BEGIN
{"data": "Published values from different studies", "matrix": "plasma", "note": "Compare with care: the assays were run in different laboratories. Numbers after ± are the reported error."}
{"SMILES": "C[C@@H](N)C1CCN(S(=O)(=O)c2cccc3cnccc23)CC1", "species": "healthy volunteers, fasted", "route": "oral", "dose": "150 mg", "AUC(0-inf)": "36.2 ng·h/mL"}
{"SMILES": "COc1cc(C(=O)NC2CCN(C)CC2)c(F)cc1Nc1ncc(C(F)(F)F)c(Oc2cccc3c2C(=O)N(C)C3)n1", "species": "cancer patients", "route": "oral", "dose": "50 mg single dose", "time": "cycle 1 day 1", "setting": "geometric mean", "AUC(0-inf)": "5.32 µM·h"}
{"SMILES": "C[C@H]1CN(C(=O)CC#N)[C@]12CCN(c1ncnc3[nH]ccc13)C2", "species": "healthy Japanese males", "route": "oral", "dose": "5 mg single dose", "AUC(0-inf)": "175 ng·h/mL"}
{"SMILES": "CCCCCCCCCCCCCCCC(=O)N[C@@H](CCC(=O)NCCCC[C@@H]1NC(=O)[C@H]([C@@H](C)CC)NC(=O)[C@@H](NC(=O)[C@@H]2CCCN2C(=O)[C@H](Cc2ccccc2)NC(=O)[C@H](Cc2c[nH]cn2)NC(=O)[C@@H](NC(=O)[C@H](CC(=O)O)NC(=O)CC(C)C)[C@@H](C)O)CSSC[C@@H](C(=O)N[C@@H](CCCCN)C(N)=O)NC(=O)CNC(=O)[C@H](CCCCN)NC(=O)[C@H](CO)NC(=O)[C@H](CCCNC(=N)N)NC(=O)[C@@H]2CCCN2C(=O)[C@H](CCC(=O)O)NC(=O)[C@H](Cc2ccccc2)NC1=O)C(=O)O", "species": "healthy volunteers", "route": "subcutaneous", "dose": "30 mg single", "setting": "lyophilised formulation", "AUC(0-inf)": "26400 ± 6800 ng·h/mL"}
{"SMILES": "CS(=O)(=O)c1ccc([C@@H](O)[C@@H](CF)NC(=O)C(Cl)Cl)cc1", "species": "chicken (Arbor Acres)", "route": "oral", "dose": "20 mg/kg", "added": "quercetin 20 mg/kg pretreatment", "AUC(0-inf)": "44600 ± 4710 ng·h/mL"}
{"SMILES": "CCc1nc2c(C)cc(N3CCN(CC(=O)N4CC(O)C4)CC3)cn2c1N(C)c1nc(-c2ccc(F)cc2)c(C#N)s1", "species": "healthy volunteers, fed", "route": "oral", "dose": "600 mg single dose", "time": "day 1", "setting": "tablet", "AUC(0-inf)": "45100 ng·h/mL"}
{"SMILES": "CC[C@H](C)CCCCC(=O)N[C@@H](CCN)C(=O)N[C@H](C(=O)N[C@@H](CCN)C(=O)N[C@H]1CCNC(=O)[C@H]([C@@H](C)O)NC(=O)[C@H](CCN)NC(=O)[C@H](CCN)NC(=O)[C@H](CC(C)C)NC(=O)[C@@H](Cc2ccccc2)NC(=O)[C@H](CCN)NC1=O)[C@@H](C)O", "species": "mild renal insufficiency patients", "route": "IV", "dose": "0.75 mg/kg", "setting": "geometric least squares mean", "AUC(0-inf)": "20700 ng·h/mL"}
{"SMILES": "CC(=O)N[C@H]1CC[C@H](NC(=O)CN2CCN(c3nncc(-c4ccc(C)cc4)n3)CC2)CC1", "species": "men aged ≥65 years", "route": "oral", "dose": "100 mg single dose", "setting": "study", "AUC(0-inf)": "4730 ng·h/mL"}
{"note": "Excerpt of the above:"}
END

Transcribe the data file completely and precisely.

{"data": "Published values from different studies", "matrix": "plasma", "note": "Compare with care: the assays were run in different laboratories. Numbers after ± are the reported error."}
{"SMILES": "C[C@@H](N)C1CCN(S(=O)(=O)c2cccc3cnccc23)CC1", "species": "healthy volunteers, fasted", "route": "oral", "dose": "150 mg", "AUC(0-inf)": "36.2 ng·h/mL"}
{"SMILES": "COc1cc(C(=O)NC2CCN(C)CC2)c(F)cc1Nc1ncc(C(F)(F)F)c(Oc2cccc3c2C(=O)N(C)C3)n1", "species": "cancer patients", "route": "oral", "dose": "50 mg single dose", "time": "cycle 1 day 1", "setting": "geometric mean", "AUC(0-inf)": "5.32 µM·h"}
{"SMILES": "C[C@H]1CN(C(=O)CC#N)[C@]12CCN(c1ncnc3[nH]ccc13)C2", "species": "healthy Japanese males", "route": "oral", "dose": "5 mg single dose", "AUC(0-inf)": "175 ng·h/mL"}
{"SMILES": "CCCCCCCCCCCCCCCC(=O)N[C@@H](CCC(=O)NCCCC[C@@H]1NC(=O)[C@H]([C@@H](C)CC)NC(=O)[C@@H](NC(=O)[C@@H]2CCCN2C(=O)[C@H](Cc2ccccc2)NC(=O)[C@H](Cc2c[nH]cn2)NC(=O)[C@@H](NC(=O)[C@H](CC(=O)O)NC(=O)CC(C)C)[C@@H](C)O)CSSC[C@@H](C(=O)N[C@@H](CCCCN)C(N)=O)NC(=O)CNC(=O)[C@H](CCCCN)NC(=O)[C@H](CO)NC(=O)[C@H](CCCNC(=N)N)NC(=O)[C@@H]2CCCN2C(=O)[C@H](CCC(=O)O)NC(=O)[C@H](Cc2ccccc2)NC1=O)C(=O)O", "species": "healthy volunteers", "route": "subcutaneous", "dose": "30 mg single", "setting": "lyophilised formulation", "AUC(0-inf)": "26400 ± 6800 ng·h/mL"}
{"SMILES": "CS(=O)(=O)c1ccc([C@@H](O)[C@@H](CF)NC(=O)C(Cl)Cl)cc1", "species": "chicken (Arbor Acres)", "route": "oral", "dose": "20 mg/kg", "added": "quercetin 20 mg/kg pretreatment", "AUC(0-inf)": "44600 ± 4710 ng·h/mL"}
{"SMILES": "CCc1nc2c(C)cc(N3CCN(CC(=O)N4CC(O)C4)CC3)cn2c1N(C)c1nc(-c2ccc(F)cc2)c(C#N)s1", "species": "healthy volunteers, fed", "route": "oral", "dose": "600 mg single dose", "time": "day 1", "setting": "tablet", "AUC(0-inf)": "45100 ng·h/mL"}
{"SMILES": "CC[C@H](C)CCCCC(=O)N[C@@H](CCN)C(=O)N[C@H](C(=O)N[C@@H](CCN)C(=O)N[C@H]1CCNC(=O)[C@H]([C@@H](C)O)NC(=O)[C@H](CCN)NC(=O)[C@H](CCN)NC(=O)[C@H](CC(C)C)NC(=O)[C@@H](Cc2ccccc2)NC(=O)[C@H](CCN)NC1=O)[C@@H](C)O", "species": "mild renal insufficiency patients", "route": "IV", "dose": "0.75 mg/kg", "setting": "geometric least squares mean", "AUC(0-inf)": "20700 ng·h/mL"}
{"SMILES": "CC(=O)N[C@H]1CC[C@H](NC(=O)CN2CCN(c3nncc(-c4ccc(C)cc4)n3)CC2)CC1", "species": "men aged ≥65 years", "route": "oral", "dose": "100 mg single dose", "setting": "study", "AUC(0-inf)": "4730 ng·h/mL"}
{"note": "Excerpt of the above:"}